A tale of two London villages: Brackenbury village and Askew village

The best trick for London buyers is to catch an area before house prices are set to soar. We discover the west London neighbourhood that is quietly turning itself into a 'village', with period homes, new independent shops, a pub and a high-achieving school.
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The railways may have turned London from a series of villages into a suburban sprawl, but with our innate desire to mark out territory, Londoners are reclaiming those villages — complete with traditional shops, a pub, period housing and a friendly yet high-achieving school.
Of course, once village life has been restored, house prices soar — a problem for buyers on a budget. The trick is to catch an area just as it is turning itself into a London village — getting in before the Farrow & Ball brigade arrive.
Brackenbury Village has up and come. West of Shepherd’s Bush and just south of Goldhawk Road, its leafy streets positively reek of a fresh coat of Wimborne White, and Brackenbury Road is stuffed with artisan coffee shops and traditional bakers.
Just north of Goldhawk Road lies a less well known village, centred on Askew Road. Askew Village, however, is still in the making but it is showing all the signs of rivalling Brackenbury Village, less than a mile away but where property costs up to 35 per cent more.


“The streets around Askew Road are very much becoming a London village,” says Simon Waller of Winkworth estate agents. Its credentials include plenty of green space: Wendell Park and Cathnor Parks on the doorstep, and Ravenscourt Park less than a mile away.
Like Brackenbury Village it also has great schools. Younger children have options including the Good Shepherd RC Primary School, rated outstanding by Ofsted, or Southfield Primary School and Wendell Park Primary School, which are both rated good. For seniors, Hammersmith Academy also merits a “good” rating.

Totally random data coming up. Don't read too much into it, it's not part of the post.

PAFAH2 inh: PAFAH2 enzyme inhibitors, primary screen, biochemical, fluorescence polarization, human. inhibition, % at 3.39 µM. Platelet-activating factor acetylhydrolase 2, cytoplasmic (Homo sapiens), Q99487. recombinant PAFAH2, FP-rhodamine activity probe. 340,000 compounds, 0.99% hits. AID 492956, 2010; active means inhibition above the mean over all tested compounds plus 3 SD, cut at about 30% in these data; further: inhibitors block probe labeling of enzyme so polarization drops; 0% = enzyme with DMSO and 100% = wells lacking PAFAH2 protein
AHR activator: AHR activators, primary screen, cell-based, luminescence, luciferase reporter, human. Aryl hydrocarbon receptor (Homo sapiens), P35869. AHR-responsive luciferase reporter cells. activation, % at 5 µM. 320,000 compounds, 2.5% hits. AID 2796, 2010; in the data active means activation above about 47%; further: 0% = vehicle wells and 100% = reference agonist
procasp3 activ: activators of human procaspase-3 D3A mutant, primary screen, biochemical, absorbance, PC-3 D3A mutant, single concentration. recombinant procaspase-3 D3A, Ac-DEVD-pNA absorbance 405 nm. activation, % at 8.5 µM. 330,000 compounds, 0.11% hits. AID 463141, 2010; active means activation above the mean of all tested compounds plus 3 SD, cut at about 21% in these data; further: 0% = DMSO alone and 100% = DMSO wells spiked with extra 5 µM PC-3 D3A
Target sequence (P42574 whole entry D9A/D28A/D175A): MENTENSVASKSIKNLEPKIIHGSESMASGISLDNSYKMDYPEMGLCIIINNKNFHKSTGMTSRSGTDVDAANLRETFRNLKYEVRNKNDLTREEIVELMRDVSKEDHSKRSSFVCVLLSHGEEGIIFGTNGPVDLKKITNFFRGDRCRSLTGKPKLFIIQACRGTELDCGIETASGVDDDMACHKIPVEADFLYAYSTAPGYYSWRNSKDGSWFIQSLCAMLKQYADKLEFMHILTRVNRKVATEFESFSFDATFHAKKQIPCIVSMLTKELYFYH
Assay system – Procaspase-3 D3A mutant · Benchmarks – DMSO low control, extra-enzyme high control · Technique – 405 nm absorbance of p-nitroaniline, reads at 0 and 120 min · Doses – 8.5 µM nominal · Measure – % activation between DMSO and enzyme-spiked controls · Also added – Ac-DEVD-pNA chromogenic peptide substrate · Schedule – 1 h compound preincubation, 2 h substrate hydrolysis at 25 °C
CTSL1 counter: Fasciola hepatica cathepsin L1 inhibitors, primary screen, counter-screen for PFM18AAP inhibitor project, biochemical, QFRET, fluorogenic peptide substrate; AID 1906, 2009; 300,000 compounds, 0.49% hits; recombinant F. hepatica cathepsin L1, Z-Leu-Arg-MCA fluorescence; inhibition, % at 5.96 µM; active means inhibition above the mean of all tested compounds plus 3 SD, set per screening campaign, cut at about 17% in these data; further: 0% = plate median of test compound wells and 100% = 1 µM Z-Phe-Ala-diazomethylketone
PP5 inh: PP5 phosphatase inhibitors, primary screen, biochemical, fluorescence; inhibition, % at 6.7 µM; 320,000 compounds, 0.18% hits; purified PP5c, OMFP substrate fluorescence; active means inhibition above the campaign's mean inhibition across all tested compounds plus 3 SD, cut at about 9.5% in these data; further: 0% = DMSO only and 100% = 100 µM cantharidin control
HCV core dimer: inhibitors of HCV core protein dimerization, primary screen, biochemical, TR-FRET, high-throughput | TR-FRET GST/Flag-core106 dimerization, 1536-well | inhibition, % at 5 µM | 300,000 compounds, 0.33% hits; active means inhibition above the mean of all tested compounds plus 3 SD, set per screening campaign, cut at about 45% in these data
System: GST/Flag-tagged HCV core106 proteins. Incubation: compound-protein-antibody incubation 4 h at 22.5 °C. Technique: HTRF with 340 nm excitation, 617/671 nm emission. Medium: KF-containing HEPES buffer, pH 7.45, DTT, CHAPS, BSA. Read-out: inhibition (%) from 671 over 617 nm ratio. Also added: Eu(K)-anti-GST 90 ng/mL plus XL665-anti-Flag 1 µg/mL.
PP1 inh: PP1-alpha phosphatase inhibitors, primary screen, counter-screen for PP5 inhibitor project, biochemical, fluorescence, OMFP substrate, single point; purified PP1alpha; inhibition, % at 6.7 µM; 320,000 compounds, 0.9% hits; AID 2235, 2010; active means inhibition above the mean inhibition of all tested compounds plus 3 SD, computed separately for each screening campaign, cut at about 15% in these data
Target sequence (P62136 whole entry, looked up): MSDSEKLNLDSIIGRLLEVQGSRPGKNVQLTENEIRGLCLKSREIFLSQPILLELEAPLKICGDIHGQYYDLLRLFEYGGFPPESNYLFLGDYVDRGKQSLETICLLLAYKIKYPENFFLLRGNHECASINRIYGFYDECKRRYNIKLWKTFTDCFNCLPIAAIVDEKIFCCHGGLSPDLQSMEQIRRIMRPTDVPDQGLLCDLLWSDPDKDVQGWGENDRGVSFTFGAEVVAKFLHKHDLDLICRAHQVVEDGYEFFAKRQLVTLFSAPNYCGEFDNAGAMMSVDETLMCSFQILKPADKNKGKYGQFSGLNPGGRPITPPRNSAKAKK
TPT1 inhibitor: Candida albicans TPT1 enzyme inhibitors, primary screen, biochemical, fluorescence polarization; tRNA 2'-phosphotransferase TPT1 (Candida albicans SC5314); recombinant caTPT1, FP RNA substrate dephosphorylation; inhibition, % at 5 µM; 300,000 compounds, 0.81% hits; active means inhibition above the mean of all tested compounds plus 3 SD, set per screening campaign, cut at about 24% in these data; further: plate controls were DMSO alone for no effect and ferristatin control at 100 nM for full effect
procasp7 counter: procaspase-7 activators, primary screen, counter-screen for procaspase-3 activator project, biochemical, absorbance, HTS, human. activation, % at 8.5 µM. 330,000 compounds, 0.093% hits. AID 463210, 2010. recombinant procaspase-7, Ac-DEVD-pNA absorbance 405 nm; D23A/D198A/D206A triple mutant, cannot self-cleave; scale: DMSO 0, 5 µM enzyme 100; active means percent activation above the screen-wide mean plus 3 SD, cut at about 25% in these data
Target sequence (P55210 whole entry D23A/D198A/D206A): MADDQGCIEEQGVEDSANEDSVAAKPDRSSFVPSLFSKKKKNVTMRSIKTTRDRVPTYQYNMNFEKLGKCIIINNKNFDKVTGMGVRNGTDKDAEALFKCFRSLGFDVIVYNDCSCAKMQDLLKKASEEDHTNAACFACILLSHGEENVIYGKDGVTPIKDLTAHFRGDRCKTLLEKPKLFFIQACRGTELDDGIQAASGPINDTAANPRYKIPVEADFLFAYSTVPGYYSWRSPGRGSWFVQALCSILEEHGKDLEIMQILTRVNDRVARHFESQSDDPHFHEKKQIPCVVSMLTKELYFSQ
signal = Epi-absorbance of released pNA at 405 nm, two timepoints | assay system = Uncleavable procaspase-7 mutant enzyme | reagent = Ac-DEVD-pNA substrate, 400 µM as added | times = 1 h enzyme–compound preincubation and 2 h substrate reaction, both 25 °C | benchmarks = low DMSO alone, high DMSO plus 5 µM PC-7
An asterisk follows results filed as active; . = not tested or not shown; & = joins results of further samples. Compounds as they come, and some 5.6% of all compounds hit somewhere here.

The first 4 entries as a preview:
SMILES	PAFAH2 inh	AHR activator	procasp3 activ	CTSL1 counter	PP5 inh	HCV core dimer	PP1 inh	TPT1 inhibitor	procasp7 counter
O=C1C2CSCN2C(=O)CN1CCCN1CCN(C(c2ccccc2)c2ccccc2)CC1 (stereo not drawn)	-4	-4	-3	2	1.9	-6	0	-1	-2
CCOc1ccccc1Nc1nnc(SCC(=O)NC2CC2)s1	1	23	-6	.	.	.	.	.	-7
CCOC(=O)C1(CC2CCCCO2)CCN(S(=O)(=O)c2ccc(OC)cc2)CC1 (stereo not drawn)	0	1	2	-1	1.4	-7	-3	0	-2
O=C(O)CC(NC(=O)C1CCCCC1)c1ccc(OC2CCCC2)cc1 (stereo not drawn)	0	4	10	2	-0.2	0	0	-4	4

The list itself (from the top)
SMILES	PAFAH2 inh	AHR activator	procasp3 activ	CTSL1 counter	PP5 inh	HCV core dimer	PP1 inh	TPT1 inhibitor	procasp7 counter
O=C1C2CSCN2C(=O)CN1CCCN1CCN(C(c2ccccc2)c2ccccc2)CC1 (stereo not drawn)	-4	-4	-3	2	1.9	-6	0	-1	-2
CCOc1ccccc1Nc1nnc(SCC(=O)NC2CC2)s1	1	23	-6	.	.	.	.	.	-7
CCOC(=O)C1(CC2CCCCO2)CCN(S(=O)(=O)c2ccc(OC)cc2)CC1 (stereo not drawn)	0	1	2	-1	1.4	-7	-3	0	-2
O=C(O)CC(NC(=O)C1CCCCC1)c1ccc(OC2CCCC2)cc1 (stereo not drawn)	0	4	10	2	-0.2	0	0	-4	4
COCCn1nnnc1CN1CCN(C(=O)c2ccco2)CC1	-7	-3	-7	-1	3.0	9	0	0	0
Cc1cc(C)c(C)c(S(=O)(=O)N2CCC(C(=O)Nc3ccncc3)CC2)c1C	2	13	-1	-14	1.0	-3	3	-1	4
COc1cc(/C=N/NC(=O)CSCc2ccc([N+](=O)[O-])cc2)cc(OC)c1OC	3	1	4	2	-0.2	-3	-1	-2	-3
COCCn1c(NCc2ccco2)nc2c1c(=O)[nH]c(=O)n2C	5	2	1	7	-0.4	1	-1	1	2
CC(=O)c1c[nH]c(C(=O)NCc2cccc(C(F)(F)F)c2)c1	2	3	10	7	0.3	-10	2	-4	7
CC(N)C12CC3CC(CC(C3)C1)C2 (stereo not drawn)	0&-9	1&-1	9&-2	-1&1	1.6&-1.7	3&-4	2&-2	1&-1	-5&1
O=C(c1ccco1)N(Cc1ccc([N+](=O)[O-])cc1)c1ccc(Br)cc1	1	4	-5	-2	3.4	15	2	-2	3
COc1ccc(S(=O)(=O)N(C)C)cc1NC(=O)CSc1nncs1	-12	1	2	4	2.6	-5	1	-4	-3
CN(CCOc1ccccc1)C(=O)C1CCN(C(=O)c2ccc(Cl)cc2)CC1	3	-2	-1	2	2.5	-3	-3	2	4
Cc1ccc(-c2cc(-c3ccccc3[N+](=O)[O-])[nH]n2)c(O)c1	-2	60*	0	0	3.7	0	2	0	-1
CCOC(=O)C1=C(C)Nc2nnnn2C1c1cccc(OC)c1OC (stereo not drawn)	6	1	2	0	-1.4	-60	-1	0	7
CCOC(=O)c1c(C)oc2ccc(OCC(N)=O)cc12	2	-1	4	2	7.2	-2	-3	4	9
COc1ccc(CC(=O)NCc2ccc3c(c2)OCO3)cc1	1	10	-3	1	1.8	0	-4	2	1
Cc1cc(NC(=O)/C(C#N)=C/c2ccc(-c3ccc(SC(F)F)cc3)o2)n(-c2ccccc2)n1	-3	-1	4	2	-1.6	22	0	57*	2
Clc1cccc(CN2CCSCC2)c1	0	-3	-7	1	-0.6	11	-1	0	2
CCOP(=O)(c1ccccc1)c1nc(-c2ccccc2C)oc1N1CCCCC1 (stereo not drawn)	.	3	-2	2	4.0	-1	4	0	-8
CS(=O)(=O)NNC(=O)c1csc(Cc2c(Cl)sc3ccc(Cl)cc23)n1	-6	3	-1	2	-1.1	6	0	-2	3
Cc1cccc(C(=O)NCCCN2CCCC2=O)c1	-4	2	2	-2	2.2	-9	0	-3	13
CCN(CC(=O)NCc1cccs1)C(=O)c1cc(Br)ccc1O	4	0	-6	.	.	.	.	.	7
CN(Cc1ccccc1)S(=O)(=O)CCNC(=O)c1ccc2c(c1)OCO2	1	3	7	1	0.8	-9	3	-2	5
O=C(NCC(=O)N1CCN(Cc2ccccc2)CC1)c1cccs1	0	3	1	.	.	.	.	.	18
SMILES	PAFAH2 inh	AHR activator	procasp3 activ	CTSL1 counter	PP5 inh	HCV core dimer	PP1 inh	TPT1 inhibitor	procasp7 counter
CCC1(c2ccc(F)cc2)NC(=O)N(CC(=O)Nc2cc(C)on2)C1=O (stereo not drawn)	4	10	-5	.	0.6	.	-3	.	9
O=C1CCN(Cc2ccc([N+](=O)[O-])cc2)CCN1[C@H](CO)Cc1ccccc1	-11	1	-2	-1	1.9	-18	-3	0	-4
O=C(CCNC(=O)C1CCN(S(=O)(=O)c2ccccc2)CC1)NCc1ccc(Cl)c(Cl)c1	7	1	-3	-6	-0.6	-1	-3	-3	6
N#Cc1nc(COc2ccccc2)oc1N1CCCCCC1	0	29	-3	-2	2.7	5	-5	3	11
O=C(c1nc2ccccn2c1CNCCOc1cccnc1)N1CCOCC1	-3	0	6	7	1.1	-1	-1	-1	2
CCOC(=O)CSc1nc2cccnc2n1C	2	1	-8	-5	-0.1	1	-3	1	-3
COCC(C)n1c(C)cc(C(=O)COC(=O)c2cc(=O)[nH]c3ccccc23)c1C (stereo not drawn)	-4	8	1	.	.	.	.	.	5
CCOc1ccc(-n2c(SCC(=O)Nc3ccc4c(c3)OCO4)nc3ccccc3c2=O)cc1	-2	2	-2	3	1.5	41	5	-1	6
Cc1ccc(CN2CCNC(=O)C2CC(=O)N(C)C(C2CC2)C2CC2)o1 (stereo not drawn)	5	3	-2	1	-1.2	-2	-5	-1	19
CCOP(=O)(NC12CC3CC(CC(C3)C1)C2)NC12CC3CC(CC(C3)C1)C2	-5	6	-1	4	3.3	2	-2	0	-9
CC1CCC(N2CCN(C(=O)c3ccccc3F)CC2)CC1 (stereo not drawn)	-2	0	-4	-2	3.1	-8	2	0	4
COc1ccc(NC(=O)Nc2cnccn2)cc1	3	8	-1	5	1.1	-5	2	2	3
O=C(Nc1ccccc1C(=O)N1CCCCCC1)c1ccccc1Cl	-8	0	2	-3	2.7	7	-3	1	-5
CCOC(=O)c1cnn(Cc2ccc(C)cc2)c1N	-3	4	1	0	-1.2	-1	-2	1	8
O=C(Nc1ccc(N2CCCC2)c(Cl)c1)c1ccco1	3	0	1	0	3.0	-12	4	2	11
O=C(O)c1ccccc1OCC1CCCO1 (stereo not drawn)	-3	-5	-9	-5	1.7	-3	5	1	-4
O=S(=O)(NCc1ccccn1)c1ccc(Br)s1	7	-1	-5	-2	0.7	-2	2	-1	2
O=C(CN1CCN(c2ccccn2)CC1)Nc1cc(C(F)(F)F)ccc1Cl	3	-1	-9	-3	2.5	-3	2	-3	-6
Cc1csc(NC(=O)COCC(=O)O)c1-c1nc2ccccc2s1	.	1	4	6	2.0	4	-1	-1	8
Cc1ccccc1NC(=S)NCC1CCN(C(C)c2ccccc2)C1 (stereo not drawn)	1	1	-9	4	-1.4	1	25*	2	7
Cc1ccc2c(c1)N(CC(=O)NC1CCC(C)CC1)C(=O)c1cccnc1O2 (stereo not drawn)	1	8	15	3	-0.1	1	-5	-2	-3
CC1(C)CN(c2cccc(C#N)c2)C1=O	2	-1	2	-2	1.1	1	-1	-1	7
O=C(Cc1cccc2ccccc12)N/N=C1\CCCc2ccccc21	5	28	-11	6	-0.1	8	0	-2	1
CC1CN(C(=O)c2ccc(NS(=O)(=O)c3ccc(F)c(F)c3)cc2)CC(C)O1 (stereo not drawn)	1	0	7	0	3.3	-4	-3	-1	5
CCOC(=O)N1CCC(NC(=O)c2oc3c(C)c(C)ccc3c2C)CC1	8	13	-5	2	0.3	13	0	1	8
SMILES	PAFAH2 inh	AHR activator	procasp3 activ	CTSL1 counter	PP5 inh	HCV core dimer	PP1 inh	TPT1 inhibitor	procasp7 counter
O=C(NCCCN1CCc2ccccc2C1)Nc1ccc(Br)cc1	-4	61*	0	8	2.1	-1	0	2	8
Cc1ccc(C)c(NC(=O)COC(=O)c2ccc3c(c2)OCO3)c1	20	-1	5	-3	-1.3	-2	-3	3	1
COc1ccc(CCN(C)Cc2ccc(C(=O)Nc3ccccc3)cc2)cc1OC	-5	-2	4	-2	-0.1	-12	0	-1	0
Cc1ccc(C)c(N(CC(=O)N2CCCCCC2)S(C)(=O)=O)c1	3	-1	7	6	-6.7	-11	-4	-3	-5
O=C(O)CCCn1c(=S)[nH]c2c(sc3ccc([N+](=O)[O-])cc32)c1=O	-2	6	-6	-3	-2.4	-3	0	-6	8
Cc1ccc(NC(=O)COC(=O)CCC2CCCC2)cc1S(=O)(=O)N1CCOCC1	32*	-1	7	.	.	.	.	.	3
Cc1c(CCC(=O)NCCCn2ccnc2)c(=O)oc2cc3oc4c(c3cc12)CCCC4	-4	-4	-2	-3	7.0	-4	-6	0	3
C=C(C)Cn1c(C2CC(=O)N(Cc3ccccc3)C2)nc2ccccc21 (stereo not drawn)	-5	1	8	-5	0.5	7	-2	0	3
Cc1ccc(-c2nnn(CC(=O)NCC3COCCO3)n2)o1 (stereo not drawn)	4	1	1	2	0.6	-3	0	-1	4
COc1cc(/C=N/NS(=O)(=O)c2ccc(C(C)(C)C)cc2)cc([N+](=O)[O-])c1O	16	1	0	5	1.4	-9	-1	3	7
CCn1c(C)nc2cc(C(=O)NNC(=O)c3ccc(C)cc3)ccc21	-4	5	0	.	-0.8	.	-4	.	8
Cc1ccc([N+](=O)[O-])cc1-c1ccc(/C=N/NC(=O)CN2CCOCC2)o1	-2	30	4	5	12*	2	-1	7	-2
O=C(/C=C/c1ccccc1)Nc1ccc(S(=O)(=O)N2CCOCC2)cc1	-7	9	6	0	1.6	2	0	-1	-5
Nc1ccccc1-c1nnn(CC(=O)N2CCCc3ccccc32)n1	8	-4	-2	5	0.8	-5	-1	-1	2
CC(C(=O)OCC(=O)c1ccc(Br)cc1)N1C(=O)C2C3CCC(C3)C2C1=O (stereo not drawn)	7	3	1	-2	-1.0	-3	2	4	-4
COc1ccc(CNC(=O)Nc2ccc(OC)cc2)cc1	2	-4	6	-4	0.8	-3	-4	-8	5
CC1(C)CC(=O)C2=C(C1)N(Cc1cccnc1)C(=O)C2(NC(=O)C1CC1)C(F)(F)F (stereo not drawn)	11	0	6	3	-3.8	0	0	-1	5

It also ticks the village-pub box thanks to The Eagle, with a gastropub menu and a garden littered with beanbags and swing chairs for relaxed hanging out. The Orchard Tavern is more traditional.
Until 2011, Askew Road looked like any normcore London shopping street, all dreary discount supermarkets, pawnbrokers and minicab offices. These days they are interspersed with higher end offerings such as posh butchers the Ginger Pig and cute coffee shop Brackenburys.

“The only thing Askew Village has been lacking is this sort of finishing touch,” says Waller. “It now needs a couple of clothes shops and an art gallery or two. It has always been an area with great transport links but it needs to become more of a destination location where people want to stay.”

At present, Askew Road has an artier, edgier vibe than mumsy Brackenbury Village. There are plenty of small architects’ practices and photographers’ studios, as well as Leiths School of Food and Wine.

Fashionable fare: Leiths Food and Wine

The area is brightened up by a great public art project, Art on Askew, which invites artists to paint murals on otherwise hideously ugly metal shop shutters.
“It still has some tired shops and houses,” agreed Waller. “In Brackenbury Village you will be hard pressed to find an old lady who has lived in her house for 40 years — they have all sold up and moved away.”

Askew Village is full of Victorian terrace houses. Robyn True-Cheswright, a sales negotiator at Philip Wooller estate agents, estimates that a three-bedroom house would cost from £1.2 million, which is not cheap but compares favourably to Brackenbury village, where a similar property would probably cost closer to £1.4 million, a difference of about 15 per cent. 

Two-bedroom flats cost about £740,000, while in Brackenbury Village they would cost £850,000 to £900,000, a difference of up to 20 per cent.
Waller agrees that the price difference between the two areas can be significant — he suggests it could be as high as 35 per cent in some cases.

Jamie Lester, managing director of Haus Properties, is another fan of Askew Village. “It is like Northcote Road was 10 years ago — it has really got the same feel and vibe,” he says.
Buyers, predictably, are young families priced out of neighbouring postcodes and professionals attracted by its great transport links. The nearest stations are Stamford Brook, Goldhawk Road or Shepherd’s Bush, all within 15 or 20 minutes’ walk, giving commuters a choice of Central, District, Circle or Hammersmith and City lines (all from Zone 2).
“You get infinitely more for your money in Askew Village, and although the Tube isn’t right on your doorstep, the connections are still really good,” says Lester.

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